By Leslie Walker

On July 13, 2011, Governor Brown signed Assembly Bill 208, granting a two-year extension to certain tentative maps. To qualify, the maps must have been approved and not yet expired as of July 15, 2011 and must expire before January 1, 2014. The terms of the extension are similar to a similar bill passed in 2009 (Assembly Bill 333, see How Many Lawyers Does it Take to Extend a Tentative Map?). Assembly Bill 208 extensions are in addition to extensions provided for in the following Government Code sections:

  • Section 66452.6 (offsite improvement rule, development agreements);
  • Section 66452.11 (the 1993 two year extension);
  • Section 66452.13 (the 1995 one year extension);
  • Section 66452.21 (the 2008 qualified one year extension);
  • Section 66452.22 (the 2009) two year extension;
  • Section 66463.5 (general extension provisions for tentative parcel maps). 

Just like the last bill, when determining whether the map expires before January 1, 2014, one excludes extensions resulting from development moratoria or litigation stays found in Government Code sections 66452.6 (tentative subdivision maps) or 66463.5 (tentative parcel maps), but includes extensions resulting from the following discretionary extensions:

  • Tentative subdivision maps, Government Code section 66452.6(e), up to six years;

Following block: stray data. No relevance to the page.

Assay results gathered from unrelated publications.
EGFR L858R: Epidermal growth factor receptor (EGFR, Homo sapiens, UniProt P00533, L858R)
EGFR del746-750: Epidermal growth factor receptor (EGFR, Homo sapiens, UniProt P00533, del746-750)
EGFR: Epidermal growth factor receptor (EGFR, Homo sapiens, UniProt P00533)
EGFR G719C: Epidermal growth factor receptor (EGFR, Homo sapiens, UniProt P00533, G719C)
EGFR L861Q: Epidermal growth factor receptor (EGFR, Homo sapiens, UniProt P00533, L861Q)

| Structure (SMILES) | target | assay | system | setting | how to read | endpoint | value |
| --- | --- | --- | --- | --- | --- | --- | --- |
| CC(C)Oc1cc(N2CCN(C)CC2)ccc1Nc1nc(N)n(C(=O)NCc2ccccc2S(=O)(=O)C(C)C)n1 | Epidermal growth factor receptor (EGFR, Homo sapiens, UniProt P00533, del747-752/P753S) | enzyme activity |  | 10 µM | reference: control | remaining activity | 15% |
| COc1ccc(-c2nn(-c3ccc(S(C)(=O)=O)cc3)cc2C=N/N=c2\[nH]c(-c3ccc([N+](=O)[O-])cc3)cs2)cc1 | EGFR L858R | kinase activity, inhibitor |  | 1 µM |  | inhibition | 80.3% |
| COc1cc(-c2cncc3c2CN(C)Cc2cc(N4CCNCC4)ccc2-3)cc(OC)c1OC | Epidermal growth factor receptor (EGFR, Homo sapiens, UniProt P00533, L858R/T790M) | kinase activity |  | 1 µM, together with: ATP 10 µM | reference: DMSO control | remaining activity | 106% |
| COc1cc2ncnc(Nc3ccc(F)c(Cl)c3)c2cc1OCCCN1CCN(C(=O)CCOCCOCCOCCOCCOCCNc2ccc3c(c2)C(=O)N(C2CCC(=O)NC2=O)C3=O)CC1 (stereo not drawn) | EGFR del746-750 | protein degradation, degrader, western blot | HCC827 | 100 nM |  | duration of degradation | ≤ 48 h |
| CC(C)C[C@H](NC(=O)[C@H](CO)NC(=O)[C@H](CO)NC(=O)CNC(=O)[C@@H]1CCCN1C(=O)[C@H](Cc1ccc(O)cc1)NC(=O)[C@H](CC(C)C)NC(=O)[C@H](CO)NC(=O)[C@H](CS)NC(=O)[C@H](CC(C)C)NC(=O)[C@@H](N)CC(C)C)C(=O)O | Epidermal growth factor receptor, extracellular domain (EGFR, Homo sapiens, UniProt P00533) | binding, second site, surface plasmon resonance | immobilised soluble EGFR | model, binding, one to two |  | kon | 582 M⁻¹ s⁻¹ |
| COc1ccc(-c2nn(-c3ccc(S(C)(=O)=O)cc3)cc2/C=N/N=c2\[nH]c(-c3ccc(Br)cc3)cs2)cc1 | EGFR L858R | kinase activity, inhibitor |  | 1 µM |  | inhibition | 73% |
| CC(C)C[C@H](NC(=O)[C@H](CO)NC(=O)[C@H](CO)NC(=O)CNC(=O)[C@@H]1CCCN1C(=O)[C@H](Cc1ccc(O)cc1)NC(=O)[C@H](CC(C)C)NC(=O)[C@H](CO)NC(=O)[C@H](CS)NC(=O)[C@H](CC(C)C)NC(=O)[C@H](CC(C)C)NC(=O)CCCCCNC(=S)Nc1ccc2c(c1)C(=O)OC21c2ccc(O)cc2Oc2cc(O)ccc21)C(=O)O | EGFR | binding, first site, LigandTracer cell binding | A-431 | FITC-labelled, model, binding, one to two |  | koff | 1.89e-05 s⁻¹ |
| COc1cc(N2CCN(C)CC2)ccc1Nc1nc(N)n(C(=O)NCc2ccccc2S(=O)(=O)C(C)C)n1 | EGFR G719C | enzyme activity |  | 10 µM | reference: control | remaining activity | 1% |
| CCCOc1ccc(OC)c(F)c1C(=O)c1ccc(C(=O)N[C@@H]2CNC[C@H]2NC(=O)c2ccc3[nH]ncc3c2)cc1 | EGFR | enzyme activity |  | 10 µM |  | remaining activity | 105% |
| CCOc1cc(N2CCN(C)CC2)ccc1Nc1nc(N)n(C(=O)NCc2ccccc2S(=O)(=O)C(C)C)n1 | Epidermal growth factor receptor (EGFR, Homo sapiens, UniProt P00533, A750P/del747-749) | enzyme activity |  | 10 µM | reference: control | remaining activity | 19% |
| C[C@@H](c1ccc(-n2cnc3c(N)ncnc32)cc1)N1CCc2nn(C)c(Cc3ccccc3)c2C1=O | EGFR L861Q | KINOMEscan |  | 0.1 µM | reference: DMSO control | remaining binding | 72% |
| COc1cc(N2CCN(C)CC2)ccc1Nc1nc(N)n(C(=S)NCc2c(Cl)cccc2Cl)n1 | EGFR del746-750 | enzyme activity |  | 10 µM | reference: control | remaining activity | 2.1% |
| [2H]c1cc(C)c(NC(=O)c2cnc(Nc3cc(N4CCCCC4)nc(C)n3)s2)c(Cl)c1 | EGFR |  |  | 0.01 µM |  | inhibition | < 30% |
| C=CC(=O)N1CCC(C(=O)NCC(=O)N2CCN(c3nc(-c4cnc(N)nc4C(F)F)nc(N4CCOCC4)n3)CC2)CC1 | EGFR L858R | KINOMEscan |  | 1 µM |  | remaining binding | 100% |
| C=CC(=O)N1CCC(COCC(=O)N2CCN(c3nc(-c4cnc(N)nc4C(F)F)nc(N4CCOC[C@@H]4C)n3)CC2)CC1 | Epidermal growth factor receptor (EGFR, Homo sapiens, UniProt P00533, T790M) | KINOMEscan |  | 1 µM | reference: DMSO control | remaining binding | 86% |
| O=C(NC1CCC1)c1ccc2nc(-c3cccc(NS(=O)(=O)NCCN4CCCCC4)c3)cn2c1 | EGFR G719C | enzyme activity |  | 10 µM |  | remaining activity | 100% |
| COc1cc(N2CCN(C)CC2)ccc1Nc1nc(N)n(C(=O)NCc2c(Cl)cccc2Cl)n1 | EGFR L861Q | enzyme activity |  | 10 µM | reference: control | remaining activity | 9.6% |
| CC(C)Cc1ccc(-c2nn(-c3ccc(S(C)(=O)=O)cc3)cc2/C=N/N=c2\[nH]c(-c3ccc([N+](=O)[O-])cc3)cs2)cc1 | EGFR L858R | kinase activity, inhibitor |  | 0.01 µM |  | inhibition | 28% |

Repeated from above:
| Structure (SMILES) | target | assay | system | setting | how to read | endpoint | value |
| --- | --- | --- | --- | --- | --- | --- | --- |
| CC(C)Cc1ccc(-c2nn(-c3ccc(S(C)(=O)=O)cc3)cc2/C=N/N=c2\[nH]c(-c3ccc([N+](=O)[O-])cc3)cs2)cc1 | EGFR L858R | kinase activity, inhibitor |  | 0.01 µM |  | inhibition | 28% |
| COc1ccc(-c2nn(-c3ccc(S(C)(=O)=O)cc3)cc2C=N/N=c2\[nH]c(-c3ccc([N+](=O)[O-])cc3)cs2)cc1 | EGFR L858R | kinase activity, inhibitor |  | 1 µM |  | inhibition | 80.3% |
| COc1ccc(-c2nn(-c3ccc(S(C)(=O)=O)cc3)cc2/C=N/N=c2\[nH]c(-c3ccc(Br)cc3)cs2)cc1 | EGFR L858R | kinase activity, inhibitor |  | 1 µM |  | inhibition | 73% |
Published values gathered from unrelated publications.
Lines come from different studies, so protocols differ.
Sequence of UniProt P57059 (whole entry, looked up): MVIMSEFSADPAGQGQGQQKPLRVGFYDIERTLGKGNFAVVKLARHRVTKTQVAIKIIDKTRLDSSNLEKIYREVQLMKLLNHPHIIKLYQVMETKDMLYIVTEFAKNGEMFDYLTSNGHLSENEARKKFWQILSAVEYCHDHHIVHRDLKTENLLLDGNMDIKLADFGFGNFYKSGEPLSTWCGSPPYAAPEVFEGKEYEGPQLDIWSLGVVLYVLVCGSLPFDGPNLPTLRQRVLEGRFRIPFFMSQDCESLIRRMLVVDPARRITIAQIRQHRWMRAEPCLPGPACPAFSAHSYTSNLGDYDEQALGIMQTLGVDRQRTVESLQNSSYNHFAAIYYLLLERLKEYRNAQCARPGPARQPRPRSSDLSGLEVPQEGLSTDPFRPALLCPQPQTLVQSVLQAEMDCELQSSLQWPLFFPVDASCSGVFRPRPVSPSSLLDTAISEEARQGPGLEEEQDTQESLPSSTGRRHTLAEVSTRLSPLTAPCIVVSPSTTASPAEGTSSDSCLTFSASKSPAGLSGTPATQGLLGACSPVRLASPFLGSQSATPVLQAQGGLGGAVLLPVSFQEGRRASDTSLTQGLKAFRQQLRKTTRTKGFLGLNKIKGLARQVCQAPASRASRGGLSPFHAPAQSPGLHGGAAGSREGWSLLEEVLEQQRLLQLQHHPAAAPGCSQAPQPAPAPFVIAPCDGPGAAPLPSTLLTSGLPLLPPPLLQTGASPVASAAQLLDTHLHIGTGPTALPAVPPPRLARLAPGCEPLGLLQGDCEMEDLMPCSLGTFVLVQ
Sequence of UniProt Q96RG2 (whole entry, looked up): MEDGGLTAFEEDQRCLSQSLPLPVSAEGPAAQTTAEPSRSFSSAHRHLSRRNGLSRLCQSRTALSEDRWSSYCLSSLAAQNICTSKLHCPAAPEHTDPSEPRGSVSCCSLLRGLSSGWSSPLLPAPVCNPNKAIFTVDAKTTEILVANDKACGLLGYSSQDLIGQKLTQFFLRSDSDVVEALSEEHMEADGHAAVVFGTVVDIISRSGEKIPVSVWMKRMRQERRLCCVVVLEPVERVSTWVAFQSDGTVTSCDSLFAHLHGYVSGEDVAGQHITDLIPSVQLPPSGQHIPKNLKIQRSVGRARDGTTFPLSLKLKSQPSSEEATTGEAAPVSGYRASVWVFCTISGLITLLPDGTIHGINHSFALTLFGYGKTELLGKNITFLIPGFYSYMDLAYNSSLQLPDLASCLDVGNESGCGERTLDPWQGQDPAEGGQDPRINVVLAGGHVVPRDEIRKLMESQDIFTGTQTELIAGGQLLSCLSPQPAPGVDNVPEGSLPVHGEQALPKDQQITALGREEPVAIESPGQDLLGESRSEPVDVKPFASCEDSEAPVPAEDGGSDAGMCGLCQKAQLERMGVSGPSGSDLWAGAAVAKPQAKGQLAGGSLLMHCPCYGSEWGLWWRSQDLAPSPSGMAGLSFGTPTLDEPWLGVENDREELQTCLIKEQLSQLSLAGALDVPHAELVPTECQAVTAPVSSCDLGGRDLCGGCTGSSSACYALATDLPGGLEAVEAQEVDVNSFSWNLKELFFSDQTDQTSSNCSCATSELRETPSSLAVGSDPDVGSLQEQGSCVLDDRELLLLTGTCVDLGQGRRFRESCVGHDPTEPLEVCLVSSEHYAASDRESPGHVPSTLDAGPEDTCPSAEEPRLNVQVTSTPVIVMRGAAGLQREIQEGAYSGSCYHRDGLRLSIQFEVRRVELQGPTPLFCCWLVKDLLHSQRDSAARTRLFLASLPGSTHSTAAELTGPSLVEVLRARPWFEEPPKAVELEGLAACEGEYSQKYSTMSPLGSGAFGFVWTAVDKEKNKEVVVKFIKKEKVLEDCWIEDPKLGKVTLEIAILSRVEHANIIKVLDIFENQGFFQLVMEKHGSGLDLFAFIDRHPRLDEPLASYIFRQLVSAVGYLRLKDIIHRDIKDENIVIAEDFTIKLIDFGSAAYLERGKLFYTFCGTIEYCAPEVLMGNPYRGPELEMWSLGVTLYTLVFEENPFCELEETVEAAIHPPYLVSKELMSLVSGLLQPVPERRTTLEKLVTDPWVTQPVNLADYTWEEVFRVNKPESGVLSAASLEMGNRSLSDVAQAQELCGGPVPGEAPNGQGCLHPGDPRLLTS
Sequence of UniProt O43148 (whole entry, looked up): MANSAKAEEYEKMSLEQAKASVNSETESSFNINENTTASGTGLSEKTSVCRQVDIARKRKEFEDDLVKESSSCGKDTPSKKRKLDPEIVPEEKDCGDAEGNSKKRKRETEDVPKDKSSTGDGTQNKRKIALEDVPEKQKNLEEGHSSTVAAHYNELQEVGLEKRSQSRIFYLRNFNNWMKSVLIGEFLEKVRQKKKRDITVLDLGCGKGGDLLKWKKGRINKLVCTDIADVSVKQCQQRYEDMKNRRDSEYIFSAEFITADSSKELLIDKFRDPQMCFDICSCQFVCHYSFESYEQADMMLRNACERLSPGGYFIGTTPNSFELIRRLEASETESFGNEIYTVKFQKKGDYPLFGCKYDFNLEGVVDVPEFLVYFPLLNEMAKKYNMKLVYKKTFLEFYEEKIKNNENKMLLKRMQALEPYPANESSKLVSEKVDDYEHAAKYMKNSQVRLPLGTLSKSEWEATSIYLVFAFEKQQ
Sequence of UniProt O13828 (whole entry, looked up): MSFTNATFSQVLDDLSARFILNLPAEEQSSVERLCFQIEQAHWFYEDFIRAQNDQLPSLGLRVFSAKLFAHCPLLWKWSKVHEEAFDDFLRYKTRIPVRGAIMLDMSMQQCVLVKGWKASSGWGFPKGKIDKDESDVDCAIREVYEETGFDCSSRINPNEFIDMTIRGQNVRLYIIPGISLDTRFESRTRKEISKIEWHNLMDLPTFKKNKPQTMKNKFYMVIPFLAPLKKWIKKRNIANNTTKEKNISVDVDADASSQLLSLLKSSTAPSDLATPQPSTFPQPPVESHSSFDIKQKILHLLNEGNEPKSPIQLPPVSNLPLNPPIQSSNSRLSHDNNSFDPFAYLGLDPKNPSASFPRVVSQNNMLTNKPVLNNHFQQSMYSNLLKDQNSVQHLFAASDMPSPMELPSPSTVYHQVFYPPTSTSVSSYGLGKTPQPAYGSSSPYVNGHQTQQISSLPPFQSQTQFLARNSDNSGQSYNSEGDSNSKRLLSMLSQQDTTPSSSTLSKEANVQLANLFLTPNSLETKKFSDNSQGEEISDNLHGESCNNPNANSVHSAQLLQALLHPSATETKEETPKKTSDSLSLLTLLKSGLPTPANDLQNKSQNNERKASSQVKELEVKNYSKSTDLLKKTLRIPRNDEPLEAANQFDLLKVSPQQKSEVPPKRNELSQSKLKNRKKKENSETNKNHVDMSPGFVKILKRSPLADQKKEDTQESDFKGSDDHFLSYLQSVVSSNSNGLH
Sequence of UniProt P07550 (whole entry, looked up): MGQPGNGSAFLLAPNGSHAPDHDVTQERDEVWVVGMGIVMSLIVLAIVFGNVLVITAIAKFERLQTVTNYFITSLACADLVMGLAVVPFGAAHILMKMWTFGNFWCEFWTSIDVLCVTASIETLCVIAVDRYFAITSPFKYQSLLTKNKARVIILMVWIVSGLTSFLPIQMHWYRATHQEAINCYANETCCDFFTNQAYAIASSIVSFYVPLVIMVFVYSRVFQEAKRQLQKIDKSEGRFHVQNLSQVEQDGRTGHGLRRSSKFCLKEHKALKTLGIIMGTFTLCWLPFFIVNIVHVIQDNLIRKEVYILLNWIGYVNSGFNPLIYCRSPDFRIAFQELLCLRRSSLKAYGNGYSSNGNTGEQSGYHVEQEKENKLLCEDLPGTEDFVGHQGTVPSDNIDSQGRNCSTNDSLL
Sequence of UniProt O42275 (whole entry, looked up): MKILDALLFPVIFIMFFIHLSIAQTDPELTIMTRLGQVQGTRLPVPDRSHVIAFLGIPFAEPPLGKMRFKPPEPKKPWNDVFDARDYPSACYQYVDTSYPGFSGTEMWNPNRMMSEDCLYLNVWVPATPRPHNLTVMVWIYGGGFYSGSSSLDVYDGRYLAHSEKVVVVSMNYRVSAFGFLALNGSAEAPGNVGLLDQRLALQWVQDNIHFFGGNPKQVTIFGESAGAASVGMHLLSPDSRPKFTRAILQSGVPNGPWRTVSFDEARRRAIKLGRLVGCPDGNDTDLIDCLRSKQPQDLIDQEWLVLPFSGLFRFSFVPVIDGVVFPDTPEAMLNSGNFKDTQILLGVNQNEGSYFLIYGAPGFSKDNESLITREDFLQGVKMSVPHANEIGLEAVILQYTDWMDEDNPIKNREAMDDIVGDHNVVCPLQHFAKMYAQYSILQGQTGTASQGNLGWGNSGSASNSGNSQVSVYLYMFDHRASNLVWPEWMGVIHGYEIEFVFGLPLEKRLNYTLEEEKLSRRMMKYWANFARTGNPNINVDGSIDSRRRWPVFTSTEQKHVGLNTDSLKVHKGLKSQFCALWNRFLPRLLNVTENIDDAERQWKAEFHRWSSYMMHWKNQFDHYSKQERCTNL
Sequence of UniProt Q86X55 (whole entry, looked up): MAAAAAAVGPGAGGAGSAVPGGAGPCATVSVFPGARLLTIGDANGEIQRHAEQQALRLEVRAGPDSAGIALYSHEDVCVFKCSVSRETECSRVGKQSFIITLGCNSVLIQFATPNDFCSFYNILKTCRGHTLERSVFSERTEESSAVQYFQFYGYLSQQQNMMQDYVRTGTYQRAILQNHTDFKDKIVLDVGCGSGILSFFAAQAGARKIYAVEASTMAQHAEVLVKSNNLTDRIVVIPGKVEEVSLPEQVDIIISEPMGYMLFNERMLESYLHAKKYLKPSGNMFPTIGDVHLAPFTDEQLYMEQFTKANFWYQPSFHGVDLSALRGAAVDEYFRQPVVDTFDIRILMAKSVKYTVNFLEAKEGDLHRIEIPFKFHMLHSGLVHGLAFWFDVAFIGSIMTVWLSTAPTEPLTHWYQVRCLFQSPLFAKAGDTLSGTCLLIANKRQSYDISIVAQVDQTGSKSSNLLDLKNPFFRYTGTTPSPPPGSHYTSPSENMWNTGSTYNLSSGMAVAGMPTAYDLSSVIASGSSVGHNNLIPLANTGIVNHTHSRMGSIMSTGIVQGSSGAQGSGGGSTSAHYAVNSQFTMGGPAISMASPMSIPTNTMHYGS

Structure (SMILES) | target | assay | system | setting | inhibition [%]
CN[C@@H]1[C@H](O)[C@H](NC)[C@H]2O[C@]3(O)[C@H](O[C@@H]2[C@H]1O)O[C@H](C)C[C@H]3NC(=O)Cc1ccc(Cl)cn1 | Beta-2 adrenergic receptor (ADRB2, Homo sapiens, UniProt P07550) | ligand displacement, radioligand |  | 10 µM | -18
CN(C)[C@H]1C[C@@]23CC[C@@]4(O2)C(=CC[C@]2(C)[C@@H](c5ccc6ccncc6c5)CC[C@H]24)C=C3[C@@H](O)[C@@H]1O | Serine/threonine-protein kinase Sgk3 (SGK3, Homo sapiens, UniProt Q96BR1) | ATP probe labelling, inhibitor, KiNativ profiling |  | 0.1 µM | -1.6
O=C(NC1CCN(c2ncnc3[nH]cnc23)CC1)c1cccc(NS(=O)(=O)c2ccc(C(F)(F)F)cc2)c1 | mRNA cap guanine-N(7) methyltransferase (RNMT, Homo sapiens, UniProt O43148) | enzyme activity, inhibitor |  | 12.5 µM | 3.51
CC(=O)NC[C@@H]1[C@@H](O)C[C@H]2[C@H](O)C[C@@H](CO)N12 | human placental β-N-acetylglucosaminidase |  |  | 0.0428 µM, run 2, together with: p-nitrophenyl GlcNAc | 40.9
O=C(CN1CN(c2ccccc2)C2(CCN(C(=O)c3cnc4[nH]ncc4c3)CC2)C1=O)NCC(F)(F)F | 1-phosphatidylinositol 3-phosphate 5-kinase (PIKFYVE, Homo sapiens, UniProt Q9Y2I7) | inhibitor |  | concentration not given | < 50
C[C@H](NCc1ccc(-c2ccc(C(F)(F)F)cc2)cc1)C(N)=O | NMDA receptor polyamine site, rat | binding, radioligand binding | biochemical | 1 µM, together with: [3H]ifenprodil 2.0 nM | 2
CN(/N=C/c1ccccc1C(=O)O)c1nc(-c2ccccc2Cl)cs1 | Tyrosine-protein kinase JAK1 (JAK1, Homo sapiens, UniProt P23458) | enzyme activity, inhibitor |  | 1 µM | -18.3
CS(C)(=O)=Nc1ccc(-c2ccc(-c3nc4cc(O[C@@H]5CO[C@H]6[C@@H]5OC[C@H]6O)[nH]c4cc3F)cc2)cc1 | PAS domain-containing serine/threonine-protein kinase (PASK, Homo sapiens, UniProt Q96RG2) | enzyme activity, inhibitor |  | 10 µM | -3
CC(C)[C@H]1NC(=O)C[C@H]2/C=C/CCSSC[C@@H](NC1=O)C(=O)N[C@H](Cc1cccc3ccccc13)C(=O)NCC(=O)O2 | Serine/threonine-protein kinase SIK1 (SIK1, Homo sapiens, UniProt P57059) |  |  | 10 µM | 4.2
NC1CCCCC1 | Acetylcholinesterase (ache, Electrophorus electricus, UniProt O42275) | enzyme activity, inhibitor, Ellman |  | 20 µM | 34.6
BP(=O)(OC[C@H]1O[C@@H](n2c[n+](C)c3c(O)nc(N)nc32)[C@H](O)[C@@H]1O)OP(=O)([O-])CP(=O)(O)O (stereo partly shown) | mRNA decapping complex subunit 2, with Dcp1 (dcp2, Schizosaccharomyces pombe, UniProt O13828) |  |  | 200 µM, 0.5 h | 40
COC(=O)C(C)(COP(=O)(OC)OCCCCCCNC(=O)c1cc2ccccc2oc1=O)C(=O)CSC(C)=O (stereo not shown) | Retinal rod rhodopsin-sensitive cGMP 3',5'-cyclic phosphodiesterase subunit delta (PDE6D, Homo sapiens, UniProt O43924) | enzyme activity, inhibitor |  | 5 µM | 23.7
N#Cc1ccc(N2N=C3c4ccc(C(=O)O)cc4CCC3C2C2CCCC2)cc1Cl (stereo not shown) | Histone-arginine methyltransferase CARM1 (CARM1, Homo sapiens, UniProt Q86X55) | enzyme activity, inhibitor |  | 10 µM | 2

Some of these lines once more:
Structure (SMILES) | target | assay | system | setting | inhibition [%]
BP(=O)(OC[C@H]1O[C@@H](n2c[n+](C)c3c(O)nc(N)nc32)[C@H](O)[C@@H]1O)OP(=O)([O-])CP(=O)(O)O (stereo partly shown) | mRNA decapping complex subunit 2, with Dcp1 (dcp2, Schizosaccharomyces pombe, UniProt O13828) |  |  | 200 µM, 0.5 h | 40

• Tentative parcel maps, Government Code section 66463.5(c), up to six years;
  • Offsite improvement rule, Government Code section 66452.6(a).

Applicable legislative, administrative, and other state agency approvals are also extended. Assembly Bill 208 is an urgency bill taking effect immediately. Call us to find out if it applies to your map.

Leslie Z. Walker is an associate at Abbott & Kindermann, LLP.  For questions relating to this article or any other California land use, real estate, environmental and/or planning issues contact Abbott & Kindermann, LLP at (916) 456-9595.

The information presented in this article should not be construed to be formal legal advice by Abbott & Kindermann, LLP, nor the formation of a lawyer/client relationship. Because of the changing nature of this area of the law and the importance of individual facts, readers are encouraged to seek independent counsel for advice regarding their individual legal issues.